1. Joey Graham – Not much to add here. Graham scored, rebounded and generally dominated the competition. We still didn’t see much in terms of "the little things" unfortunately and Graham to me still looks like a guy who would dominate pick-up games and matches in a Summer League-type setting, but struggle in the pro game. This is because while his physical skills separate him from others outside of the NBA, in the league, where other players are just as gifted in this regard (or moreso), he doesn’t have the rest of the package (basketball IQ etc) to stand out.
2. CJ Giles – Considering that Graham was expected to do what he did, Giles therefore was in reality the player that probably stood out the most. He showed great rebounding skills (he finished in the top 25 in Vegas in terms of boards per game), some nice footwork and athletic ability, and lead the entire league in blocks per game (3.3.) We’d love to see Toronto take a flyer on him but unless there’s money left over after another option at the 1 is found, in all likelihood it will be with another club that he’ll have to get his NBA shot.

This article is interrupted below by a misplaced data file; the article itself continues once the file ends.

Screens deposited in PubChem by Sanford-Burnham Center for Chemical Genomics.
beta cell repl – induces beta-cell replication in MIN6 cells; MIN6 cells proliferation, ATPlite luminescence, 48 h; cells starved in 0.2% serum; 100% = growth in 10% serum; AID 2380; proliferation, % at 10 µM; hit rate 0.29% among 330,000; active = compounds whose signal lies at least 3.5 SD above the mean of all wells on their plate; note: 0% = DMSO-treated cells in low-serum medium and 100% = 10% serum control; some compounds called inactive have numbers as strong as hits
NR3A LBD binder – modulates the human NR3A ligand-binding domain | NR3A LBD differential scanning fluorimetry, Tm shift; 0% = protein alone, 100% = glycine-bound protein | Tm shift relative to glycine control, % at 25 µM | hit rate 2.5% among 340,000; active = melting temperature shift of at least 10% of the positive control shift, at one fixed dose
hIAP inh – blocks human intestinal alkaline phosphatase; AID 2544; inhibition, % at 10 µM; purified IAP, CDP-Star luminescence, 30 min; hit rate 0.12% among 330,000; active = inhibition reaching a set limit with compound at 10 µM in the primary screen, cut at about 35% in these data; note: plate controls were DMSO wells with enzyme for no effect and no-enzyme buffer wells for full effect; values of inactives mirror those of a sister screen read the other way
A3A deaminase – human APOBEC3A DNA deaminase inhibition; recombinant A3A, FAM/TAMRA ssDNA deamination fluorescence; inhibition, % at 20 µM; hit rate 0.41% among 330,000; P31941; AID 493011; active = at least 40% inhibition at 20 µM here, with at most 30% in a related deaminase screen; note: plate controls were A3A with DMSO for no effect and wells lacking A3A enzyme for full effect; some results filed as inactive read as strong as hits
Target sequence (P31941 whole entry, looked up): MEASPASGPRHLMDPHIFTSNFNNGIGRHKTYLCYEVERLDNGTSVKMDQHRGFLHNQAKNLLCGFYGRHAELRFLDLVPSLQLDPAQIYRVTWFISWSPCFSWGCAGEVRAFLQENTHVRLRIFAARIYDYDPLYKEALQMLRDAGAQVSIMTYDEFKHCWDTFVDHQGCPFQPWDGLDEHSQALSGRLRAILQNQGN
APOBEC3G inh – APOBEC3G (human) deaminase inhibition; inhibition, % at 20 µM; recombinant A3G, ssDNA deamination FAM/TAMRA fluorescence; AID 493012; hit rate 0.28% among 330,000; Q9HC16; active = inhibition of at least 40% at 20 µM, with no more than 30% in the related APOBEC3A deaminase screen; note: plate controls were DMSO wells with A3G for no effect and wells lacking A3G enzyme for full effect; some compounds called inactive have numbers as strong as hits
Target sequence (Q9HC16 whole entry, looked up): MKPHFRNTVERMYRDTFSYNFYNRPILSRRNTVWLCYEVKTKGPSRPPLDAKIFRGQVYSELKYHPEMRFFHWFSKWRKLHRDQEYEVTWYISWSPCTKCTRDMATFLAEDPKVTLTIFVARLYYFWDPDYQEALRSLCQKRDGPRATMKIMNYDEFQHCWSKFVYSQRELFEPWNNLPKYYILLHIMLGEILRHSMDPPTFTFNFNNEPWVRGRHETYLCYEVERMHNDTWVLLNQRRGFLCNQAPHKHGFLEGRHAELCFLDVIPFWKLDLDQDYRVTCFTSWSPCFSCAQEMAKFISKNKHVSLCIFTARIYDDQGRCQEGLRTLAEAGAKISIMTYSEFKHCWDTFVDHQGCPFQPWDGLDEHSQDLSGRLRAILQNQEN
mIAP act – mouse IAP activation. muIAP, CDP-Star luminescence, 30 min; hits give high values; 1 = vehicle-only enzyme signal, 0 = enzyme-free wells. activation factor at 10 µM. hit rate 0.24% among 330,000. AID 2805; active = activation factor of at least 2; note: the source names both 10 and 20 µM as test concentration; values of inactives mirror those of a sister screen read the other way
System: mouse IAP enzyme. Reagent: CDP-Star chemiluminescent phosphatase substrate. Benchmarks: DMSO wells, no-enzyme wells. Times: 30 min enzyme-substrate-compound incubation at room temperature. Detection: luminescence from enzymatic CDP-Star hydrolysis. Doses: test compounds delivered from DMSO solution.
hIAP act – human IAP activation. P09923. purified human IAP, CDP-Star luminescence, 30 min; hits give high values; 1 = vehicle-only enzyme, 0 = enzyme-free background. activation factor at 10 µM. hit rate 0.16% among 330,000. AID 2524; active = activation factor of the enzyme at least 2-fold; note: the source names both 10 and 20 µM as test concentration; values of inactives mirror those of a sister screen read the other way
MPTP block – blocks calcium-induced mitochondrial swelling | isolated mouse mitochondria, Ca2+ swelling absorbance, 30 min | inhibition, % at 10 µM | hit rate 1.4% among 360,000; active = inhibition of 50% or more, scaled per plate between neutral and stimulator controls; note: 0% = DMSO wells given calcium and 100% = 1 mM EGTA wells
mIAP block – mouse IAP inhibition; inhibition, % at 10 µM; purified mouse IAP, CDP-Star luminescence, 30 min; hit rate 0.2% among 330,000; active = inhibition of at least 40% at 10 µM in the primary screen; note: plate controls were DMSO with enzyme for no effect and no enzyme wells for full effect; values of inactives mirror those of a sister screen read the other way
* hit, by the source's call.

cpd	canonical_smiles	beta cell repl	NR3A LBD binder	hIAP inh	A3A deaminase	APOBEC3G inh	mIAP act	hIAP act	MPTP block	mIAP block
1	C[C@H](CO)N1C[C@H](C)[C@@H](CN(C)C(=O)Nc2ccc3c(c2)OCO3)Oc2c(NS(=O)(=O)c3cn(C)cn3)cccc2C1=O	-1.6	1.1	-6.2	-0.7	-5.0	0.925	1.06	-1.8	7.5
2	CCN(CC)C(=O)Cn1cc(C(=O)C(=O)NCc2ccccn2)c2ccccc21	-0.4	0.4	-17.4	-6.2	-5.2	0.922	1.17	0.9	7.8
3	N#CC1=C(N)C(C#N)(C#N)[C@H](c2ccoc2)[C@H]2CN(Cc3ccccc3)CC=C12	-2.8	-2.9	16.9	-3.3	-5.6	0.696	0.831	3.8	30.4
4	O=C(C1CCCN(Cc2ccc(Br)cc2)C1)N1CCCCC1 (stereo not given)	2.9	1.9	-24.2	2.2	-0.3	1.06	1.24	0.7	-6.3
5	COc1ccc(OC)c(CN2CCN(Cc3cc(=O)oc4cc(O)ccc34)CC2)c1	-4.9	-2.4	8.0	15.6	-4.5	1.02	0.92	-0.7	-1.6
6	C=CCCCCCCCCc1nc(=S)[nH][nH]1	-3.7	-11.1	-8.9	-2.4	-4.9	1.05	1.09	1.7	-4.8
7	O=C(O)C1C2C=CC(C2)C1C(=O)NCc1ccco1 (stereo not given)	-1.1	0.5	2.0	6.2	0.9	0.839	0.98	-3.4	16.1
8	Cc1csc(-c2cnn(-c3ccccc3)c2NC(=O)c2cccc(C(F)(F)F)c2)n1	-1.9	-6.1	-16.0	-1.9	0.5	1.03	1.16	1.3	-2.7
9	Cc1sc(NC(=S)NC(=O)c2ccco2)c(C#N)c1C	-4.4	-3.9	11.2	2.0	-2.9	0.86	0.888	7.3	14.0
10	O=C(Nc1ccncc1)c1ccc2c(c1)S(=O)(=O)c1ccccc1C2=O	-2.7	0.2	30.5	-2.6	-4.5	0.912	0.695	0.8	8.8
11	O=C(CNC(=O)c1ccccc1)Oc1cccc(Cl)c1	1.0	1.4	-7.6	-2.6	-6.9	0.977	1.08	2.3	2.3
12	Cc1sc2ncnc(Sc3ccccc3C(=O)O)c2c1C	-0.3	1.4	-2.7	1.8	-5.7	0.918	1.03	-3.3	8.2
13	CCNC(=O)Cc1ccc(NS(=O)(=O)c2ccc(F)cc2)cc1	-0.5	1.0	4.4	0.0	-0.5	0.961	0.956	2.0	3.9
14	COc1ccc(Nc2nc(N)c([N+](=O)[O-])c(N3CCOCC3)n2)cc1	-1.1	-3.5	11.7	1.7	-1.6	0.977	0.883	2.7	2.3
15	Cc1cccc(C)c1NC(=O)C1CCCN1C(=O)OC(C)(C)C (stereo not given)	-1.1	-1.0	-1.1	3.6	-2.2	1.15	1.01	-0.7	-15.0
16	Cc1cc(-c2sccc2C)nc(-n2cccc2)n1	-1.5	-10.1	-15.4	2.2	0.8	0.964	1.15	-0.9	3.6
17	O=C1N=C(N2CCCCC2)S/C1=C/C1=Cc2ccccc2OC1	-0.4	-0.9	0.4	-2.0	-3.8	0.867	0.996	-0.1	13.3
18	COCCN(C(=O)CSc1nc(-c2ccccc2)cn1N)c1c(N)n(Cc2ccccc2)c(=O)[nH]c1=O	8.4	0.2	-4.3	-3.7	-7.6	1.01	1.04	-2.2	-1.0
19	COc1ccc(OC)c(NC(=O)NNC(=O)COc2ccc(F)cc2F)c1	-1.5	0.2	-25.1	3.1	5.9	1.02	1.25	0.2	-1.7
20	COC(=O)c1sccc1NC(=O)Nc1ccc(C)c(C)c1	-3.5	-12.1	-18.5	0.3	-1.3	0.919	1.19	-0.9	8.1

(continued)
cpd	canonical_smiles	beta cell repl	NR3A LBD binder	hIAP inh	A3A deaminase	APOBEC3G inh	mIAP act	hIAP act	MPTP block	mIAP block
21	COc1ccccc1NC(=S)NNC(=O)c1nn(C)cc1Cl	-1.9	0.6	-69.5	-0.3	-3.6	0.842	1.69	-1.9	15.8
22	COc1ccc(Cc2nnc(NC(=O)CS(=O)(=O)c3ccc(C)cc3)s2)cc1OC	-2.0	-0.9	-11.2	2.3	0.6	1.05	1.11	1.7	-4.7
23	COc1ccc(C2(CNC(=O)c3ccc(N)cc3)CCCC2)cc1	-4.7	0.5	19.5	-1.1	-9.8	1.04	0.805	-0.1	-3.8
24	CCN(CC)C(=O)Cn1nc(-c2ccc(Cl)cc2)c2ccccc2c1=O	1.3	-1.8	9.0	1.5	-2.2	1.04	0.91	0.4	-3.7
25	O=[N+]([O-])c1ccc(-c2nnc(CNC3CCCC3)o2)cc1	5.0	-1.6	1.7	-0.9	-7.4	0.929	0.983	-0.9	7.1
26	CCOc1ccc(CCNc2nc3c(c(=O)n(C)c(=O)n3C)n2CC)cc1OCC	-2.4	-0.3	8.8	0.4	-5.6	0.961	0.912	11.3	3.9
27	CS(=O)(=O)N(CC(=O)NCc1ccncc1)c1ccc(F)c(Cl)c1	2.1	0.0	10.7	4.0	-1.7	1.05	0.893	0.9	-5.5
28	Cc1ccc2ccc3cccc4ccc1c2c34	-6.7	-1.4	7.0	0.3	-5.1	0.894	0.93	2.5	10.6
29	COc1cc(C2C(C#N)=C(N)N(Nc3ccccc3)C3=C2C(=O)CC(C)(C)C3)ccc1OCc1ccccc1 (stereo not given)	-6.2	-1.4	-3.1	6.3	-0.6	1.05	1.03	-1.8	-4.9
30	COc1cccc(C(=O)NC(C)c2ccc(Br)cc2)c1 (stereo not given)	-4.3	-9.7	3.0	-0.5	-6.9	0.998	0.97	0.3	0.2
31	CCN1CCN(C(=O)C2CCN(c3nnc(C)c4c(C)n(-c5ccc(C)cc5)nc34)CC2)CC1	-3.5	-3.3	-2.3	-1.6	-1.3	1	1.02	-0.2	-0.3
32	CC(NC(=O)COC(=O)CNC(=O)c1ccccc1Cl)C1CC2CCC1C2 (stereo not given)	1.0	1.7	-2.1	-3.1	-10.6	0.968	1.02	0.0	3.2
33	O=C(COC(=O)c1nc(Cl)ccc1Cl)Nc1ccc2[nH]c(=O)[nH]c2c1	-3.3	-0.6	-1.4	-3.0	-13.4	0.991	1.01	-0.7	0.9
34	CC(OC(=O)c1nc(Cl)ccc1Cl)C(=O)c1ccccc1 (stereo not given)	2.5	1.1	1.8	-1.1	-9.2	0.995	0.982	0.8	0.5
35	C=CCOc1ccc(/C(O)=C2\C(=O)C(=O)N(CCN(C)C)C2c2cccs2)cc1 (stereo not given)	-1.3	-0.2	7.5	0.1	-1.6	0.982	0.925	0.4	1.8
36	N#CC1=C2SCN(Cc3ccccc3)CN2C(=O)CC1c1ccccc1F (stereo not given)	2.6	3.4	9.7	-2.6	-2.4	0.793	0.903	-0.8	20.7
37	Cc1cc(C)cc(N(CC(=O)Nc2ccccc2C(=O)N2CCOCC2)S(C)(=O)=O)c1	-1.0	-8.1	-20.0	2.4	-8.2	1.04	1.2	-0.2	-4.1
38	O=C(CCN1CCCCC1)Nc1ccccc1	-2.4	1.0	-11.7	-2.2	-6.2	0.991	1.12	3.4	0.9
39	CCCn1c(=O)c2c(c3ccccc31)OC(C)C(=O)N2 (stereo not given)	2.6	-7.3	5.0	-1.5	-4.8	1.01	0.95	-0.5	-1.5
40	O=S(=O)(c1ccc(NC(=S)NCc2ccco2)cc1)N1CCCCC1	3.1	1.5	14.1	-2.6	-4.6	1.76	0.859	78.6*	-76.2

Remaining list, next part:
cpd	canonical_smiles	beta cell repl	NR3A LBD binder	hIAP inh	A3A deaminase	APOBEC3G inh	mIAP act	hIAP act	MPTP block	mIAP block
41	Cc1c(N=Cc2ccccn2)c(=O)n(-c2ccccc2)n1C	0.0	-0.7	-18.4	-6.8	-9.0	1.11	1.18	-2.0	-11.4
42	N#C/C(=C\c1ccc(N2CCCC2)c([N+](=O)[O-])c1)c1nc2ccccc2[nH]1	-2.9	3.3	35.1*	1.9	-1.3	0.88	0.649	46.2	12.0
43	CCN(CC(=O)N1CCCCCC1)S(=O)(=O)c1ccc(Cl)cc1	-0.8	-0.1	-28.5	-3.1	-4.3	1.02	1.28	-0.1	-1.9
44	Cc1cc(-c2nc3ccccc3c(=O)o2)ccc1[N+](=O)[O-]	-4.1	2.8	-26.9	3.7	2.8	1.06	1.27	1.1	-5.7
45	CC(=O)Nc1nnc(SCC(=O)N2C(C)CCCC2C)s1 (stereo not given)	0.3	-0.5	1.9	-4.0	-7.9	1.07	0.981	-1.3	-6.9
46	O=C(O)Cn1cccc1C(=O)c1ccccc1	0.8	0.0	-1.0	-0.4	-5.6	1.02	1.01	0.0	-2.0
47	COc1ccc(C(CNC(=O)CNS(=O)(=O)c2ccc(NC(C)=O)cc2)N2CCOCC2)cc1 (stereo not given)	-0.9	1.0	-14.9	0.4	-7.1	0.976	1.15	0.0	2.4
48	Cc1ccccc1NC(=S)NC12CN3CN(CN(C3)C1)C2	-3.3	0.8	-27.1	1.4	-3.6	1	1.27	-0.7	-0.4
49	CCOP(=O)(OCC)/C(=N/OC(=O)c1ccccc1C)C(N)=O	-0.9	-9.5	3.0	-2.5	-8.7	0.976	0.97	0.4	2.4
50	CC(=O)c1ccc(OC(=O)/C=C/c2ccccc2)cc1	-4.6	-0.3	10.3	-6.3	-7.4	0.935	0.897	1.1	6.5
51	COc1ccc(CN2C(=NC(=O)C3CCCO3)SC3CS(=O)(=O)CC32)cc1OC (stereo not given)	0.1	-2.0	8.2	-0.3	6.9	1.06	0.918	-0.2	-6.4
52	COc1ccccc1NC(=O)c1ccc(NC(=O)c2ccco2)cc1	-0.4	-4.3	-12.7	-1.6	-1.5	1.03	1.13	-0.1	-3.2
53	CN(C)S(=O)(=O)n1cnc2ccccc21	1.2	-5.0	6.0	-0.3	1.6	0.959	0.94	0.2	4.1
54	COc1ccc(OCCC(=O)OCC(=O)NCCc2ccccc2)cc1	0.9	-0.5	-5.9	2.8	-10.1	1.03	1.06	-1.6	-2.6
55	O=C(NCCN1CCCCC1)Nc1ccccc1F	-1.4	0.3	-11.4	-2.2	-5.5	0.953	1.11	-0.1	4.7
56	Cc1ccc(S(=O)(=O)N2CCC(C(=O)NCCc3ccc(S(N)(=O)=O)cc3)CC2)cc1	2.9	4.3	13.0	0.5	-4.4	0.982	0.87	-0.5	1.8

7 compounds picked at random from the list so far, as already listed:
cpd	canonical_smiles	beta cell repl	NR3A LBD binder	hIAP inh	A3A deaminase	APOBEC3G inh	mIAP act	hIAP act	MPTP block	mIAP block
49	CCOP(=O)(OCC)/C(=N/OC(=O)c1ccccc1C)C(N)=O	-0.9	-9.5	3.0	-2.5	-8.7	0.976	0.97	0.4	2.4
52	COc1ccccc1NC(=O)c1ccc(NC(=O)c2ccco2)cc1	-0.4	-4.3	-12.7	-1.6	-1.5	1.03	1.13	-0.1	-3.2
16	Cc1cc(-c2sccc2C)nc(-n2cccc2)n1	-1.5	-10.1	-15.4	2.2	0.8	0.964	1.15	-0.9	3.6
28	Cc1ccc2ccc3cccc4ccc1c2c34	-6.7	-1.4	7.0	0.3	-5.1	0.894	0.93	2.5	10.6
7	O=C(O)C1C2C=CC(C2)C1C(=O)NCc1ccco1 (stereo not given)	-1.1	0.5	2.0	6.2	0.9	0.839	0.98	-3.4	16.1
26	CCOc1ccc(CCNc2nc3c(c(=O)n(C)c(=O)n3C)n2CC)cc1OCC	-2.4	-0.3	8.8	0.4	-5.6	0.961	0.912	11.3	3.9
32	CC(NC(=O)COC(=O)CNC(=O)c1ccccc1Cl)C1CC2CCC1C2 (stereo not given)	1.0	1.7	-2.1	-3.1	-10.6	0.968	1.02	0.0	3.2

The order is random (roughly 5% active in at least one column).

3. Hassan Adams – Adams didn’t do much the first two games to stand out but as Vegas went on, I began to see just how valuable he could be. He’s sort of a reverse Joey Graham in many ways as while he doesn’t posses the same physical tools, he has the other parts of the package that Joey is currently missing. Adams is extremely active on D getting up into his man and in the passing lanes, does a great job in transition, and has an extremely quick first step which coupled with his hops, allows him to get to the rim and draw contact. His offensive game outside of 10 feet still looks shaky but I’m excited to see what he can do in limited minutes next year. Supplanting Anthony Parker as a starter however? Right now I don’t think so.
4. Desmon Farmer – Considering that Giles had the upside to stand out in Vegas it was therefore Desmon Farmer who was probably the biggest surprise for me. I knew little about the former USC grad but in limited minutes early on in Vegas he stood out with his superb perimeter defence and scoring ability. The Raptors seemed to notice and by the time Toronto’s final game against Golden State came around, Farmer was starting and finished with a team-high 22 points against the Warriors. He’s an extremely efficient player and always seemed to be in the right place at the right time for the Dinos. He’s probably not the answer for Toronto as a combo-guard but I wouldn’t be surprised to see him latch onto a team for training camp this year.